If you’re someone who thrives off of interactions with people, how does the “sit alone and write your copy” lifestyle of the copywriter suit you? Good news: By following a few tips, it can suit you quite well. Read on…
Today’s question comes from Eben H. who asks, “I love to write and I think I’m pretty good (with the potential to be better), but I also really consider myself an extrovert. I’m worried that sitting alone and writing all day long will make me miserable. Do you have any advice?”
A few weeks ago we discussed how to make a copywriting career work for introverts. Now, it’s time to talk about how to do the same for the extroverts among us.
At first blush, any kind of writing can seem like a poor choice for an extrovert. After all, sitting by oneself and putting words together isn’t much of a social effort. And it’s very unlikely you’ll be able to suss out the exact write combination of words in a line while also chatting with colleagues. By its nature, writing requires solitude.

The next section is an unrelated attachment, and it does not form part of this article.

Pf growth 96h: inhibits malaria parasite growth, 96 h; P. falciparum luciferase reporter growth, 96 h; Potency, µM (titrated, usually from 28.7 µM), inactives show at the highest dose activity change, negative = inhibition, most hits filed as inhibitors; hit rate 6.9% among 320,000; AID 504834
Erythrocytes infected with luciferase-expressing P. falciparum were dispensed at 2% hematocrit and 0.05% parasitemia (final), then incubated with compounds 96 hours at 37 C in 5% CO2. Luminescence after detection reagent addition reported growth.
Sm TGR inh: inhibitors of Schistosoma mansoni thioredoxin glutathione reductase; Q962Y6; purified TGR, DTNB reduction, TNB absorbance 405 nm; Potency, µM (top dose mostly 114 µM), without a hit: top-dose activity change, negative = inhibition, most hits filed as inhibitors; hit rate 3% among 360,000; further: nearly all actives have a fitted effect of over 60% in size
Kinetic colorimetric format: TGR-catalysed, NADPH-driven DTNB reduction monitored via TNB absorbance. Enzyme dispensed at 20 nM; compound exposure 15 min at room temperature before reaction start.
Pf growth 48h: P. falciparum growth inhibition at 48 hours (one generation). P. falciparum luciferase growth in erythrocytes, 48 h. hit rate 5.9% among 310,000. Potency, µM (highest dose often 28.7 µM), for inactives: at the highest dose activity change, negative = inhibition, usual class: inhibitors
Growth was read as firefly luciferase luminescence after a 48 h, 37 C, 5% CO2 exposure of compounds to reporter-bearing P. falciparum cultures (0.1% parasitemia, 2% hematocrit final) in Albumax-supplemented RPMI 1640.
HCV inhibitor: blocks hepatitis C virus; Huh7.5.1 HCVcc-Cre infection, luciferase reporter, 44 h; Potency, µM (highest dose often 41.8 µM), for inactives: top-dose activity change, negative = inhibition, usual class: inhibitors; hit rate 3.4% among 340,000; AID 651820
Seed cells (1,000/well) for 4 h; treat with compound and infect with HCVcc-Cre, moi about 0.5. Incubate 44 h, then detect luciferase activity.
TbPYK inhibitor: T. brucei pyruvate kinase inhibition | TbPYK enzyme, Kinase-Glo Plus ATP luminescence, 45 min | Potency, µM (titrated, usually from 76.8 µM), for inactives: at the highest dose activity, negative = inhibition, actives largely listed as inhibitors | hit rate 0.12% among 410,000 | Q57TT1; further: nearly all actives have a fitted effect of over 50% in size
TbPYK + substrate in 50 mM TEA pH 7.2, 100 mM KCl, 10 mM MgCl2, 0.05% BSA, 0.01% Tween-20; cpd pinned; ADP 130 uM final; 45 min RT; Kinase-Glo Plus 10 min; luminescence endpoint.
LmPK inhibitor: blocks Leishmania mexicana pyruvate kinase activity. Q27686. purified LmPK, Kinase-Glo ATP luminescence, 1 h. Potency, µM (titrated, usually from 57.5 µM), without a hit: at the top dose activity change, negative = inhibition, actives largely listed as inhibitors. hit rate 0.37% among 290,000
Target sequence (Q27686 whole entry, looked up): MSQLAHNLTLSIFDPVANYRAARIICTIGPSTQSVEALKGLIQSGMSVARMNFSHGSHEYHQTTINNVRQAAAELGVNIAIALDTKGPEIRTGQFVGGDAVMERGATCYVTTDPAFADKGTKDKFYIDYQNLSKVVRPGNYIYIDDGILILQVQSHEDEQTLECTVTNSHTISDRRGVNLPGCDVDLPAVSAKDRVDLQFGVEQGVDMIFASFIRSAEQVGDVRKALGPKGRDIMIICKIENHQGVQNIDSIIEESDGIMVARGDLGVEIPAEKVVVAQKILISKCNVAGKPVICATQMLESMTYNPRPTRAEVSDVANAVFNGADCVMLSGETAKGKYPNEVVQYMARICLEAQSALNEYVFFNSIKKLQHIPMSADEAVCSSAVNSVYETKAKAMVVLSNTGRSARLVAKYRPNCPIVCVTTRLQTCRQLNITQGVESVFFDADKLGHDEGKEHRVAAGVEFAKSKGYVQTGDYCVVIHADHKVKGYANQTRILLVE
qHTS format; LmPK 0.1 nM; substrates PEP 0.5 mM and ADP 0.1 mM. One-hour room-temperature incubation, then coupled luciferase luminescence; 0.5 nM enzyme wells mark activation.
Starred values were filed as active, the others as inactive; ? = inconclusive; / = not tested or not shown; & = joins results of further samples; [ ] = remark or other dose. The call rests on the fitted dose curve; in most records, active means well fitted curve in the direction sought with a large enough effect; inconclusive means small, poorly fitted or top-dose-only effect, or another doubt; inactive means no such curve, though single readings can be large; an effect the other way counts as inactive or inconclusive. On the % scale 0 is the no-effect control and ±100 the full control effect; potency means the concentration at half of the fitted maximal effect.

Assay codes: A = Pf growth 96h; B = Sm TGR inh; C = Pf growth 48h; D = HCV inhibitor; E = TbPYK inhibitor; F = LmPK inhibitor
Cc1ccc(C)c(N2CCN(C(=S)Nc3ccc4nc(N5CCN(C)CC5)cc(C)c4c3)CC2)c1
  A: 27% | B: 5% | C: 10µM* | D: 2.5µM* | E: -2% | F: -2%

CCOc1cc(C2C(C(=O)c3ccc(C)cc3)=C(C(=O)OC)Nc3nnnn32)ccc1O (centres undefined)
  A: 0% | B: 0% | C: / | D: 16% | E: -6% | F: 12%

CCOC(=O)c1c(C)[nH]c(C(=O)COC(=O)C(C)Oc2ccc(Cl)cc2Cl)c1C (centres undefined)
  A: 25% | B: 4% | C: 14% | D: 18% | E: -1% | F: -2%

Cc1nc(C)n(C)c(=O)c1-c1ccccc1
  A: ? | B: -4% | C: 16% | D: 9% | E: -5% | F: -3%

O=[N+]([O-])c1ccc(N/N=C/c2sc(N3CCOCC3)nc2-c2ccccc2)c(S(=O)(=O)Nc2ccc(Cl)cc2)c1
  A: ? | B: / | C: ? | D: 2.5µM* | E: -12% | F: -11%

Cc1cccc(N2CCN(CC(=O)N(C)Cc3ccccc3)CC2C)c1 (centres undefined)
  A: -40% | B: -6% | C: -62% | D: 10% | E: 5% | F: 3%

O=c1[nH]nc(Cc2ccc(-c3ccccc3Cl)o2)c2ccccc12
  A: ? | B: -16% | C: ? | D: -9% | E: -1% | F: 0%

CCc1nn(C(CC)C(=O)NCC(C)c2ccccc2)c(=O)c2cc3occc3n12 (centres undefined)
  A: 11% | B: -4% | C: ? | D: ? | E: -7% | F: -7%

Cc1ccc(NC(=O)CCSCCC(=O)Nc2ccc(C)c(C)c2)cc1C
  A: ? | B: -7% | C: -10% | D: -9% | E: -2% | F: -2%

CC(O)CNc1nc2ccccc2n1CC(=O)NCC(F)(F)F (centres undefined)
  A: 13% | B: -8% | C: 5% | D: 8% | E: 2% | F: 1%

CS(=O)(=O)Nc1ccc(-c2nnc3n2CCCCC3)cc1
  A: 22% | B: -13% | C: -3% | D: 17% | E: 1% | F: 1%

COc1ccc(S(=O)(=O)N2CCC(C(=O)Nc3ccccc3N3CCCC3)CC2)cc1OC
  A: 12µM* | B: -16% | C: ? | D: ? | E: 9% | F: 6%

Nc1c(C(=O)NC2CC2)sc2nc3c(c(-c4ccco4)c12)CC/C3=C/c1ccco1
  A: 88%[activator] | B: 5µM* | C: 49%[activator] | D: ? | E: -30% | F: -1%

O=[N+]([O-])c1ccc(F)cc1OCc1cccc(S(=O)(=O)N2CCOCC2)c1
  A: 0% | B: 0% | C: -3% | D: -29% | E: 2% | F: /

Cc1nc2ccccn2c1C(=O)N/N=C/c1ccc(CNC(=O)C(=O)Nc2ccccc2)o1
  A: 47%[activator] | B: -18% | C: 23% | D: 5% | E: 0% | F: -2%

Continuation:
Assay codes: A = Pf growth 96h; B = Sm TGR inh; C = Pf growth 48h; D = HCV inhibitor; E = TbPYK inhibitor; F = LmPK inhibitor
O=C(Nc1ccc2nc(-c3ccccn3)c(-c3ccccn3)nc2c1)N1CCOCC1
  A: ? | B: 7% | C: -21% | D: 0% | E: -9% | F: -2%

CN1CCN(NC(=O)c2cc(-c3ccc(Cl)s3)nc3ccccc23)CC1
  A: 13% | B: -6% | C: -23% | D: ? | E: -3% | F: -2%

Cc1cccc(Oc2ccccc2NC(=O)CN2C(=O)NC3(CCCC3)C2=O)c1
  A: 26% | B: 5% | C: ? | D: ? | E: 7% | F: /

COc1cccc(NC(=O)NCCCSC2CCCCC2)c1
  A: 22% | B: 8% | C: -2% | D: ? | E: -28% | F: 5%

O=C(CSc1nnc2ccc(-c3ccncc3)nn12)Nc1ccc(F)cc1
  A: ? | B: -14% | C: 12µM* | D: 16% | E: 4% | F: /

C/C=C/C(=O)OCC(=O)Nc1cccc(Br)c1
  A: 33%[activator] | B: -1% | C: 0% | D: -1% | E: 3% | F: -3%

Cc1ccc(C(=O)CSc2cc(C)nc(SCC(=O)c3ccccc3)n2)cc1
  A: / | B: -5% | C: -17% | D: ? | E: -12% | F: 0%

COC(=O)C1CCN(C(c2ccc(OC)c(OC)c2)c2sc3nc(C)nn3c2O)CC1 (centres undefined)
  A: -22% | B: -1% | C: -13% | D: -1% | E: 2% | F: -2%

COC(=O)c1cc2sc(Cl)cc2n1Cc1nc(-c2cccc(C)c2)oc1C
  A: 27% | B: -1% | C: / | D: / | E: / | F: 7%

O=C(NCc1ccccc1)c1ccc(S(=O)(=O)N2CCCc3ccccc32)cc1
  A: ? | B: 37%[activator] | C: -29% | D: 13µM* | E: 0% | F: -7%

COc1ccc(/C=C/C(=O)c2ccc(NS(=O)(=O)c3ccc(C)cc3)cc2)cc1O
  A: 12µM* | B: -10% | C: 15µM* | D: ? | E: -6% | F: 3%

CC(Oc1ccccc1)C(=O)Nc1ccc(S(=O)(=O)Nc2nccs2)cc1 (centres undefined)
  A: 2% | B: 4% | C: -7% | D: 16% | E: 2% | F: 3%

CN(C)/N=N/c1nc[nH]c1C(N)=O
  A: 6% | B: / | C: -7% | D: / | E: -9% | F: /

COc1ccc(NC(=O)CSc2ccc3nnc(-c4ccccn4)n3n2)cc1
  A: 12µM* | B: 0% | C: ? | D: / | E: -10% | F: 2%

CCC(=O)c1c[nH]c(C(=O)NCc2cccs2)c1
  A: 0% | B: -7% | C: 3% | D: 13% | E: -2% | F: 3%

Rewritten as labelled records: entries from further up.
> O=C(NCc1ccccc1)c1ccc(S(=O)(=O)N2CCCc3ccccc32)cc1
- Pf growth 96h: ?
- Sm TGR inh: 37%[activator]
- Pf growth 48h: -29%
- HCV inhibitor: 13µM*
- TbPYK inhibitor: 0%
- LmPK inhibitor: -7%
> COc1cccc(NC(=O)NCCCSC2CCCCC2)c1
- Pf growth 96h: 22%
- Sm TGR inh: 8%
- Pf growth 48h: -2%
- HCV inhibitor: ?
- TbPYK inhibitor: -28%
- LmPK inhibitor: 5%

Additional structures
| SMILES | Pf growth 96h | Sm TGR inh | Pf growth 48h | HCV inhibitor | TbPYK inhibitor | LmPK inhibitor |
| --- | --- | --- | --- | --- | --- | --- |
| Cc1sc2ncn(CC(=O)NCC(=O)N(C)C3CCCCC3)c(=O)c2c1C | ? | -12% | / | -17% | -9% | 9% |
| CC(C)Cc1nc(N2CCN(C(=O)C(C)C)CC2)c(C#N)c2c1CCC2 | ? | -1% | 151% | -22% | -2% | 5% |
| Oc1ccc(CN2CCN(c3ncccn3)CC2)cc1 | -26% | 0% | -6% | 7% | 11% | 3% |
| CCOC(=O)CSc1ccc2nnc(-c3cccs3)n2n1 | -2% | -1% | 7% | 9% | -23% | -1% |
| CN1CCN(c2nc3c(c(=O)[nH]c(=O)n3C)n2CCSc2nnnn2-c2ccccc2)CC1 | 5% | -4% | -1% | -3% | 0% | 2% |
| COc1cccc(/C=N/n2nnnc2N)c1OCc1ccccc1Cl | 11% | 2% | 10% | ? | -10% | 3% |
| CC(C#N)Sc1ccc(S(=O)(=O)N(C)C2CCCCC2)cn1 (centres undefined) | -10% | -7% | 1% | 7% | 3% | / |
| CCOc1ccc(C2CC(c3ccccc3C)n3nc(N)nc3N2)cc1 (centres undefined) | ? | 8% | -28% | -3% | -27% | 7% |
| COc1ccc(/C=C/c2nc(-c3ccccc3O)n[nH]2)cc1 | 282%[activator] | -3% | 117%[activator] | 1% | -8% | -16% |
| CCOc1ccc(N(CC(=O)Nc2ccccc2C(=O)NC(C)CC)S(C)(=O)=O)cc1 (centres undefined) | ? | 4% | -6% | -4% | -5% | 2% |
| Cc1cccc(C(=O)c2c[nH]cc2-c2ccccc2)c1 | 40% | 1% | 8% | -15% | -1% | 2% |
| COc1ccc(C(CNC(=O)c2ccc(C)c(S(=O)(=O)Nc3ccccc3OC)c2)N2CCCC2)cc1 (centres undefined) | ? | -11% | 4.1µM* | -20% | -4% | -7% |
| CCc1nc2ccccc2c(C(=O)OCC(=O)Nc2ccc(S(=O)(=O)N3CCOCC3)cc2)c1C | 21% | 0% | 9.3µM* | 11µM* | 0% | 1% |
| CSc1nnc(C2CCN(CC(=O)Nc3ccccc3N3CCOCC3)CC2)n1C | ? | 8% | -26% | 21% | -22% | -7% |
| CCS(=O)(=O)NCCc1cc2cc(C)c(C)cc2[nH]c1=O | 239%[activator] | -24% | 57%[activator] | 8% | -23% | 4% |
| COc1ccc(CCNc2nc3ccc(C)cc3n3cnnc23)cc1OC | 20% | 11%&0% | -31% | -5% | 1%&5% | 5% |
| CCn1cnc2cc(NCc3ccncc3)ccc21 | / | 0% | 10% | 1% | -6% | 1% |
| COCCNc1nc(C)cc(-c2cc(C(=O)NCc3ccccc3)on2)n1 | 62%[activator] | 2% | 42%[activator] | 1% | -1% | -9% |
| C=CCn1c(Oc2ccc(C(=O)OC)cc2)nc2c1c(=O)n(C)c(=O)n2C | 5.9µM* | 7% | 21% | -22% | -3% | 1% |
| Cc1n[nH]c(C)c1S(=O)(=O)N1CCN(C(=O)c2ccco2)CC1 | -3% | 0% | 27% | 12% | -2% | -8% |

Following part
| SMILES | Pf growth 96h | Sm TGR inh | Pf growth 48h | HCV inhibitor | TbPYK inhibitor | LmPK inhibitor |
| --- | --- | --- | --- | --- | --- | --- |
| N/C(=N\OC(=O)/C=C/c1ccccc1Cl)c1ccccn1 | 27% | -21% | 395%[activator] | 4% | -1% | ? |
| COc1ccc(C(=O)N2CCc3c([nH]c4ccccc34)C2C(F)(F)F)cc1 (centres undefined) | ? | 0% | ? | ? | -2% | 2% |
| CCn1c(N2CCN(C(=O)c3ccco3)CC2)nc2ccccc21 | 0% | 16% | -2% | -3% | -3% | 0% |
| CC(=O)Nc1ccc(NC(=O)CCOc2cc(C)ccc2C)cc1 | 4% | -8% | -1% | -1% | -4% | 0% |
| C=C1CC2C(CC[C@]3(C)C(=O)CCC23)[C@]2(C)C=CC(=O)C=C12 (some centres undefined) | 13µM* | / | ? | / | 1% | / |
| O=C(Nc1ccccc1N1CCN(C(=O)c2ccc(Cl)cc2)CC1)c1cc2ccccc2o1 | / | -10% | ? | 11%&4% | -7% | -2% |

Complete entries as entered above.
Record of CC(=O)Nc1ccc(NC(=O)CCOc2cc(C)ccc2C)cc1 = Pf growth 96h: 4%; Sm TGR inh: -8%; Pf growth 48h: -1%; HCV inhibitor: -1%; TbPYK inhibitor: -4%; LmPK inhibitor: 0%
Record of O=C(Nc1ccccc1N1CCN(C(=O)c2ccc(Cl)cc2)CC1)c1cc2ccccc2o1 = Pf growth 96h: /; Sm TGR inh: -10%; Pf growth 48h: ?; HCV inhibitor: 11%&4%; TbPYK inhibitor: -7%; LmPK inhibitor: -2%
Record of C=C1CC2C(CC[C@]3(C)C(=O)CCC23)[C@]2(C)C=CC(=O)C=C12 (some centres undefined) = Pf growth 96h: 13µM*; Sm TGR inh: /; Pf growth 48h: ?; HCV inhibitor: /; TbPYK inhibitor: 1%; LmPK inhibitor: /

Copywriting, however, is an interesting balance of solitude and socializing. Sure, you need to sit alone to write. But you’ll also need to work with your design partner to concept and tweak your projects, and you’ll work with stakeholders to kick-off and review projects.
Copy isn’t written in a vacuum. Great copy requires the insight and feedback from a team of people and, while some of your job will involve sitting alone to process and utilize that feedback, a big part of your job will be collecting that feedback in person.
For the extrovert, the key is to make the most of your time interacting with people, but also to use your solitary time in a way that works for you.
How? Try doing your solitary writing work in spurts. Schedule yourself 15-30 minutes in place you won’t be disturbed (maybe a conference room if your desk is in a high traffic area). When that time is up, head to the break room/kitchen to recharge with some human interaction.
Working in high-focus spurts should help you avoid the antsy feeling you may get when you have to work on your own for extended periods. Just be sure that when you do seek some human contact that you don’t interrupt people in the middle of their work spurts—that’ll make you unpopular pretty darn fast.
Everyone’s different and copywriting isn’t for everyone, but extroverts (as well as introverts) can absolutely make it a career that will work for them and experience some significant success.
Your turn! What tips do you have for extroverts? Let us know in the comments below…